Monday, February 05, 2007

Speckled Trout Fishing Closed in North Florida

If you're an avid spotted seatrout fisherman, February is a key month to remember.

The Florida Fish and Wildlife Conservation Commission has designated February as a closed month for spotted seatrout (also called "speckled trout") in coastal waters of the state’s Northeast and Northwest seatrout regions.

Simply put, anglers may continue to fish for spotted seatrout in the affected areas during February, but all fish must be immediately released unharmed.

Northeast Seatrout Region waters include state waters north of the Flagler-Volusia County line to the Florida-Georgia border, and adjacent federal Exclusive Economic Zone (EEZ) waters. Northwest Seatrout Region waters include all state waters north and west of a line running due west from the westernmost point of Fred Howard Park Causeway, which is approximately 1.17 nautical miles south of the Pasco-Pinellas county line to the Florida-Alabama border, and adjacent federal EEZ waters.

During all months except February, anglers in the Northeast and Northwest seatrout regions may keep no more than five spotted seatrout measuring from 15-20 inches total length, with one trout exceeding 20 inches total length. The bag limit in the state's South Region is four fish per angler per day.

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Sunday, January 28, 2007

Winter Speckled Trout Tips

Speckled trout fishing in Florida continues to be good this winter. Deeper holes next to grass flats in the mouths of residential canals continues to offer good winter trout action.

The key to catching specks in the winter, according to Captain Dave Walker, is to slow things down. Shrimp-style artificial baits or live shrimp from bait shops have a proven record of success. Fishing on the bottom around docs or other structures can be rewarding.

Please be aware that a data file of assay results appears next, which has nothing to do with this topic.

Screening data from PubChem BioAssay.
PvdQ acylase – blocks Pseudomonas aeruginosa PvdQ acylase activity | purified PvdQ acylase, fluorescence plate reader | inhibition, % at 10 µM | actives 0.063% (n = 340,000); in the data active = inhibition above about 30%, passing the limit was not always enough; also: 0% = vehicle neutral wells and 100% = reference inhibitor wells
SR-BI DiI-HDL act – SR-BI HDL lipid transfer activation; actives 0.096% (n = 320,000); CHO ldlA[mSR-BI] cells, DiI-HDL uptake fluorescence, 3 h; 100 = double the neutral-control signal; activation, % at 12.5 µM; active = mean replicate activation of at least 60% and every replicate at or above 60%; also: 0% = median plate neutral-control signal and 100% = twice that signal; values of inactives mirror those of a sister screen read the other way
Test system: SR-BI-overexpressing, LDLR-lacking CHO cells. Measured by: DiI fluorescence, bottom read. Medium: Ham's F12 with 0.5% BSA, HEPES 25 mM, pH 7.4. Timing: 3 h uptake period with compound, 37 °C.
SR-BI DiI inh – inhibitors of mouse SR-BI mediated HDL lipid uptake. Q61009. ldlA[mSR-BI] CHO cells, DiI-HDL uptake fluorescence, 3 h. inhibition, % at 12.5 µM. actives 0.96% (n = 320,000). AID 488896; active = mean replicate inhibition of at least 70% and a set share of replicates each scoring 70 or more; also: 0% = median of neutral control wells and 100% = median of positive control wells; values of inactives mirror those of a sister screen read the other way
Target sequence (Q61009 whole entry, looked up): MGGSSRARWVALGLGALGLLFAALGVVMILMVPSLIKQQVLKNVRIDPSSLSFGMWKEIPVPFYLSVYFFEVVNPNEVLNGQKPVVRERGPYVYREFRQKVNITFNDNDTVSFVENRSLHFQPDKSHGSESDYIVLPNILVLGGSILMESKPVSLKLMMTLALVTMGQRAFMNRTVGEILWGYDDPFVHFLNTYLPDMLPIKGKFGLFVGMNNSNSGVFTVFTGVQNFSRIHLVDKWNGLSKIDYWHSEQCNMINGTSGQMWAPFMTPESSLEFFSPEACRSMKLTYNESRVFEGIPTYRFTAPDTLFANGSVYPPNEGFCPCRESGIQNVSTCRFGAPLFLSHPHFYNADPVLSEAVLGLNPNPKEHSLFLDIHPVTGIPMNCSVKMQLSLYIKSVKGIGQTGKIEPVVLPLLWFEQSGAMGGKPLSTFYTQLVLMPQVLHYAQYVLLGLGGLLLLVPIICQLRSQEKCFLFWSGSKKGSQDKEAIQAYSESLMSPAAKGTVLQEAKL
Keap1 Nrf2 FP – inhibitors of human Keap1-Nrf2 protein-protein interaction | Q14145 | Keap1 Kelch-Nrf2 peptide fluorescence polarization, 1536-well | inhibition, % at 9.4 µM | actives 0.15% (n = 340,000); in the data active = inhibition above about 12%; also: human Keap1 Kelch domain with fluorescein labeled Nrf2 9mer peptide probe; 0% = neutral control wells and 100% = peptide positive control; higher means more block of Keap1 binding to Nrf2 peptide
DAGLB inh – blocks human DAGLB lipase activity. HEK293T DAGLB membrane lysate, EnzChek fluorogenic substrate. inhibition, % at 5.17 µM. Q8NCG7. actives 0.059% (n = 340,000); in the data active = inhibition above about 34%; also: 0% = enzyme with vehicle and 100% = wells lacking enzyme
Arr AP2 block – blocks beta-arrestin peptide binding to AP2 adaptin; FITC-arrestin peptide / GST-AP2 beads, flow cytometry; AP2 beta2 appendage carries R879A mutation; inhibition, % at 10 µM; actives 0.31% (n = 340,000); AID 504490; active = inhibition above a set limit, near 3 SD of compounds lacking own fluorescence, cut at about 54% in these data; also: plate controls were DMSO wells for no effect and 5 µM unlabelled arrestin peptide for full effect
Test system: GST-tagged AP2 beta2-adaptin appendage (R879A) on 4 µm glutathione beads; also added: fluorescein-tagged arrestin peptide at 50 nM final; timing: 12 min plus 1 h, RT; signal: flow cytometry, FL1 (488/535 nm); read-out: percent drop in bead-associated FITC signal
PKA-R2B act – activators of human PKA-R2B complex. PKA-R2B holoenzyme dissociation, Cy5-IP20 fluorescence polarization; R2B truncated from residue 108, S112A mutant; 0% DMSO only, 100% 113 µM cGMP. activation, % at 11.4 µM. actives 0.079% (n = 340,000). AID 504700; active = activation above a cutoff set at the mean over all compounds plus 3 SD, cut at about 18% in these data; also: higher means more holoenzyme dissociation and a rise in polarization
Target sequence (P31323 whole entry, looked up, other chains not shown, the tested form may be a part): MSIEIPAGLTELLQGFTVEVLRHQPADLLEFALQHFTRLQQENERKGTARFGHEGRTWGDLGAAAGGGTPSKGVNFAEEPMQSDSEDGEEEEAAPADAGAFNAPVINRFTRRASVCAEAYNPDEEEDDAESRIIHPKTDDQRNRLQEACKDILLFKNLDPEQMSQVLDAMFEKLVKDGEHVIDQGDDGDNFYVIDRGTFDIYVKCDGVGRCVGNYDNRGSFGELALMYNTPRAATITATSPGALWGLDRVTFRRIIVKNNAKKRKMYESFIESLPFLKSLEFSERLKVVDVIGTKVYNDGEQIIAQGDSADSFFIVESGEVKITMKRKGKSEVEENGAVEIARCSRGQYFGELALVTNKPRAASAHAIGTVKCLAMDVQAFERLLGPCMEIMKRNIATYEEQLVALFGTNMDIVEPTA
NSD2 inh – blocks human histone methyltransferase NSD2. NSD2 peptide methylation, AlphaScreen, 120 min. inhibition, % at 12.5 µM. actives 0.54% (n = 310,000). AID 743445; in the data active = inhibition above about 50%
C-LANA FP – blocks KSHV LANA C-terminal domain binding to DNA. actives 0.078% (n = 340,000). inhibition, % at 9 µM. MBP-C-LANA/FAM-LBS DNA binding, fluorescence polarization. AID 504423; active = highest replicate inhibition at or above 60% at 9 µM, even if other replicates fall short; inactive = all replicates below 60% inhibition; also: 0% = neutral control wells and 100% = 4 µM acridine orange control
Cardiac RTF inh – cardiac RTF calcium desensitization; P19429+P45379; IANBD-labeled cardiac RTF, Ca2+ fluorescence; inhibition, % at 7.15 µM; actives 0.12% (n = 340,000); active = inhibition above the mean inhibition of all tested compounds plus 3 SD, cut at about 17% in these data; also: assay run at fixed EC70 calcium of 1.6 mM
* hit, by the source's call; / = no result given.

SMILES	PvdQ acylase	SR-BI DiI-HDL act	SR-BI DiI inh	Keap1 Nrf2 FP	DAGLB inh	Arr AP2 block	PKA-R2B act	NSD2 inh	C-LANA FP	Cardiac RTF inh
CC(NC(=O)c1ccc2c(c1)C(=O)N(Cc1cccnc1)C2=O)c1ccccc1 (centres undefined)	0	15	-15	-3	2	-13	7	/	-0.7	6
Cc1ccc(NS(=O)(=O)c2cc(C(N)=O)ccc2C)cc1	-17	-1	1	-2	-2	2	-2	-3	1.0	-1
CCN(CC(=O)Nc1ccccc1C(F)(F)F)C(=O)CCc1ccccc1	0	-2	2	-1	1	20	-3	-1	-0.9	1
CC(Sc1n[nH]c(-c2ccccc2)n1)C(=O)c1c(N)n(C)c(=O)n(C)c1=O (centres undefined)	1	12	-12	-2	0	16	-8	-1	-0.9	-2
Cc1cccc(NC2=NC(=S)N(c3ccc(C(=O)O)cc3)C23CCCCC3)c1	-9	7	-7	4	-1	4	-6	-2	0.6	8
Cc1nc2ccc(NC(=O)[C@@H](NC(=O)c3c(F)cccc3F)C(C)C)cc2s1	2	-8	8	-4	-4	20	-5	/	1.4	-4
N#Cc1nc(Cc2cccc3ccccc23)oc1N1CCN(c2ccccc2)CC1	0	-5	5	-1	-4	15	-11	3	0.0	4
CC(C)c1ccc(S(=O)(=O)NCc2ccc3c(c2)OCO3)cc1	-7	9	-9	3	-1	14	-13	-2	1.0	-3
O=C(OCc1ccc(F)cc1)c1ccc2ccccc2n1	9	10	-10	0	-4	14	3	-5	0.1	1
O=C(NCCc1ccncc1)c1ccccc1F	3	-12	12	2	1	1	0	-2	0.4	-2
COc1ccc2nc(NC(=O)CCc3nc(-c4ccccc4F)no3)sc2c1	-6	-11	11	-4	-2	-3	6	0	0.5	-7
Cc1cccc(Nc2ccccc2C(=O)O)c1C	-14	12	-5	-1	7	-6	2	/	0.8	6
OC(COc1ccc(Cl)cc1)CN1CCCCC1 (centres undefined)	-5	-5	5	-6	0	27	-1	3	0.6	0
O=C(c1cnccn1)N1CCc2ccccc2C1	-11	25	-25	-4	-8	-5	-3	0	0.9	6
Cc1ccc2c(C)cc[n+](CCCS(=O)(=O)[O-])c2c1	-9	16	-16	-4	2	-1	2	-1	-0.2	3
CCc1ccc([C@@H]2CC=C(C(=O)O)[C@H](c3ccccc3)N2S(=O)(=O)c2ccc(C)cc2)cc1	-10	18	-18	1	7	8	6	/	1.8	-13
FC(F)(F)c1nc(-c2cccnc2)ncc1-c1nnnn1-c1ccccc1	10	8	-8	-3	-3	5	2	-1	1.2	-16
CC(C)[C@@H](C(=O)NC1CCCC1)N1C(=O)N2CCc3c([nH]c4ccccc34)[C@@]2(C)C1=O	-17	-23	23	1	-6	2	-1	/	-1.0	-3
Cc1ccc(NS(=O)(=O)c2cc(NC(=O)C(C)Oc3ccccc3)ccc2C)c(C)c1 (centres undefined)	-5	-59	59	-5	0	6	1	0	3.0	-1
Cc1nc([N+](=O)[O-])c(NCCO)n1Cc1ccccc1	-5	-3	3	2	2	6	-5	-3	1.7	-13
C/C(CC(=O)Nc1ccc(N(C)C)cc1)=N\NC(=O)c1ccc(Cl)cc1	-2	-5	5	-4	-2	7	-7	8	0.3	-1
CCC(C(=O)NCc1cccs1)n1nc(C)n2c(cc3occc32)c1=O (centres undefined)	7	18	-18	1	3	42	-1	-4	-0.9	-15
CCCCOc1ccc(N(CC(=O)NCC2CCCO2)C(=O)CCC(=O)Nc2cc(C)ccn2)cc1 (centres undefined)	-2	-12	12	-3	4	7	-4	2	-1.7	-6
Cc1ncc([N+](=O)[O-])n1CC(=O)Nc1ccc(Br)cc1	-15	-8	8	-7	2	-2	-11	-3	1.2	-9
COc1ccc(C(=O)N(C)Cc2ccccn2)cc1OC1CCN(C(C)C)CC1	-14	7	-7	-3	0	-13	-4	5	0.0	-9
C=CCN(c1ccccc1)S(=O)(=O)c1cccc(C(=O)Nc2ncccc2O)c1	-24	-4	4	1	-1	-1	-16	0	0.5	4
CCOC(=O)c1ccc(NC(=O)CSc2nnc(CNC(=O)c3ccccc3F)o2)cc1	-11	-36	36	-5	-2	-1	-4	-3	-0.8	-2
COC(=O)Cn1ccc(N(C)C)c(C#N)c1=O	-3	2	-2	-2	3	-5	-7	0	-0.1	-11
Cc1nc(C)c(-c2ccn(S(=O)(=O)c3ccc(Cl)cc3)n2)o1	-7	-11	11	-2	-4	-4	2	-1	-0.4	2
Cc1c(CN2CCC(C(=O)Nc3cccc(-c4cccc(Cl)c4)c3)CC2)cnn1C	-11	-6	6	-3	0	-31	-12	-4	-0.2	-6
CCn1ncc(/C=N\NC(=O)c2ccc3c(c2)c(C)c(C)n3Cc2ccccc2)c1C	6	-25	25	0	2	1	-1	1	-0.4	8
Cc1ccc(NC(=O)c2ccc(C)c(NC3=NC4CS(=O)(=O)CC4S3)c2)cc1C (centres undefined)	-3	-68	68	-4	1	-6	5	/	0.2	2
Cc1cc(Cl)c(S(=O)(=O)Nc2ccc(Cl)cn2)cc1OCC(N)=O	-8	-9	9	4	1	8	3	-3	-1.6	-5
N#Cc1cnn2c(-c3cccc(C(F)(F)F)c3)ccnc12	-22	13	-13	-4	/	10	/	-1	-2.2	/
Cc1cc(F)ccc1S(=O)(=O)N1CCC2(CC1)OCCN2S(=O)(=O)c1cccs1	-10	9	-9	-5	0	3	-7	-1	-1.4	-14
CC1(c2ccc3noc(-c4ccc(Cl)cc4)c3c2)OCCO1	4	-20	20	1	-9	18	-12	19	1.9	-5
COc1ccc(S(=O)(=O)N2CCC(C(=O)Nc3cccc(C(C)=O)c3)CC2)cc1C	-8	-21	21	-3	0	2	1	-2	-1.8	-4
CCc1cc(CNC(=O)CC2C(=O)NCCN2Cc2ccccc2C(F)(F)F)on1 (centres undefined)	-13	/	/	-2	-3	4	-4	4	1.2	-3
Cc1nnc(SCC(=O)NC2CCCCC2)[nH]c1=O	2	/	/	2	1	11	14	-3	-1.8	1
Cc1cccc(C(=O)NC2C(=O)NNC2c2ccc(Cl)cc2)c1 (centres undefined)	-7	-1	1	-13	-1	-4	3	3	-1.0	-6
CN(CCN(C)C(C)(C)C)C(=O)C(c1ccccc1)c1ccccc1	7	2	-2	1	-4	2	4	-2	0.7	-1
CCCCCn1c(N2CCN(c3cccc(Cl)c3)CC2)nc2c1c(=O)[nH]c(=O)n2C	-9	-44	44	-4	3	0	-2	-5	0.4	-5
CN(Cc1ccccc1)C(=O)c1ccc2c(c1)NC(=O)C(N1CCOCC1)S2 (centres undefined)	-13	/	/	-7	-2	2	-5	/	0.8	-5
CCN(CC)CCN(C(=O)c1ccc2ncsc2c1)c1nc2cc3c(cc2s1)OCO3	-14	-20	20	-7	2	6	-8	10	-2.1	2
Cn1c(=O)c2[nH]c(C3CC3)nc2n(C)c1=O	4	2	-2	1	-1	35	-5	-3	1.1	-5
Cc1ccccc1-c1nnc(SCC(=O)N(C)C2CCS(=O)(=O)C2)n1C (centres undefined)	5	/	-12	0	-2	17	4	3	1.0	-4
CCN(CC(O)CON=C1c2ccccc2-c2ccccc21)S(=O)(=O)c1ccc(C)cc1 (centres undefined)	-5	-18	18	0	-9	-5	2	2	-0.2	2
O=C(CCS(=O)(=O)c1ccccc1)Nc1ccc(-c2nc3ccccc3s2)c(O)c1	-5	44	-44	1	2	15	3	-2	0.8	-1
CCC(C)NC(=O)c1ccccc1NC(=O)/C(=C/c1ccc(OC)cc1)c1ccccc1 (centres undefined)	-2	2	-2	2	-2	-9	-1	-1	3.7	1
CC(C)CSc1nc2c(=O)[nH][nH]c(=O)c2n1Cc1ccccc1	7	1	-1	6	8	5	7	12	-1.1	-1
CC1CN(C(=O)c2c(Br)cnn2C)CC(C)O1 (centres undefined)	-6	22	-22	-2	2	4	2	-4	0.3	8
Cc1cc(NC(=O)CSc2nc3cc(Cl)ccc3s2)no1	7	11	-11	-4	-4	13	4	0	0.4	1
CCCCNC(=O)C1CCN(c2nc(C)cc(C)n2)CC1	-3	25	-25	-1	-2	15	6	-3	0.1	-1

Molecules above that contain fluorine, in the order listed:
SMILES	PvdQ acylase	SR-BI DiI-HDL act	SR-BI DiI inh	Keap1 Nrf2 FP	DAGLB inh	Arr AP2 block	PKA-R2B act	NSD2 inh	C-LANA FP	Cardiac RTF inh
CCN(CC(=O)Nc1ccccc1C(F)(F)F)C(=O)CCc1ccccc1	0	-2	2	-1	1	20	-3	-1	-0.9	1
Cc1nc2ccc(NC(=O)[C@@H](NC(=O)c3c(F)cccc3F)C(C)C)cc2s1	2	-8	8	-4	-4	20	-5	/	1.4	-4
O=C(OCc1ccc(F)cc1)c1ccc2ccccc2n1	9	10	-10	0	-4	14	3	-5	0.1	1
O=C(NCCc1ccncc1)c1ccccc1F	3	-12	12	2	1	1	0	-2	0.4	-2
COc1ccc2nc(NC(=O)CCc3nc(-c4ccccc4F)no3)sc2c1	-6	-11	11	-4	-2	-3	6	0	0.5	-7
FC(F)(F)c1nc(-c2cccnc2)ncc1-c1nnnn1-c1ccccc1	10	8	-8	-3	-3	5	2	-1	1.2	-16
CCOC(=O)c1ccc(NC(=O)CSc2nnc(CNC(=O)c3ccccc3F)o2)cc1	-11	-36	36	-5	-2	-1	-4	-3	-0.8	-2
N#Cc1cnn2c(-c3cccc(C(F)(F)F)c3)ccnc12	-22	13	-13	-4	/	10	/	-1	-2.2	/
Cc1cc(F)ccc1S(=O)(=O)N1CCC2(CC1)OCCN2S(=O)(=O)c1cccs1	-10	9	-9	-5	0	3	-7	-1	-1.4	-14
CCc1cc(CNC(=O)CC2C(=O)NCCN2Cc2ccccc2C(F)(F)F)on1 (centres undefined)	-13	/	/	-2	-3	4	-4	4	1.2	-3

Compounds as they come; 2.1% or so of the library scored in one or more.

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Friday, January 19, 2007

Speckled Trout Fishing Continues to Be Excellent in Gulf Coast

Mild winters have continued help trout fishing anglers. While ice fishers have been disappointed in different parts of the country, Speckled trout anglers enjoying great winter fishing. And trout fishing is expected to remain strong until the annual closure in February in North Florida.

Several folks fishing in Steinhatchee River reported catching small Speckled trout last weekend. But the folks fishing shallow waters near Rocky Creek were enjoying the larger Speckled trout, with the largest catch measuring 25-inches and weighing 6 pounds. The best fishing action occur ed after noon when water temps topped 60 degrees Fahrenheit.

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Saturday, December 23, 2006

How to Catch Trout in Sabine Lake

Sabine Lake is sandwiched between Texas and Louisiana borders. It's approximately 14 miles long and 7 miles wide. This salty lake drains into the Gulf of Mexico through the Sabine River. This fact is what makes Sabine Lake one of the great estuaries to catch Speckled trout.

Sabine lake is known for its trophy size trout. Large trout tend spook easy, which is why a lot of local anglers suggest drift boat fishing Sabine Lake. Once you've found the area large trout are in, you don't want to spook them with a trolling motor.

Mullets, Croakers and Shad are some favorite food sources for Speckled trout. Expert trout anglers will seek out those areas with shell reefs and lots of bait fish. Long casts with immitation mullet plugs while drift fising are a favorite tactic among local anglers.

The She Dog and Top Dog are two of the most popular topwater immitation mullet plugs with proven success on Sabine Lake. Others include the Heddon Super Spook and the Super Spook Jr.

Right now, reports are claiming fair to good trout fishing on the Louisiana shoreline using She Dogs and glow plastics. Trout Fishing is also good on the Reef using topwaters and glow Bass Assassins, Trout Killers, and Sand Eels. Night fishers are also reporting good trout fishing under the lights at the causeway on DOA shrimp and little fishies.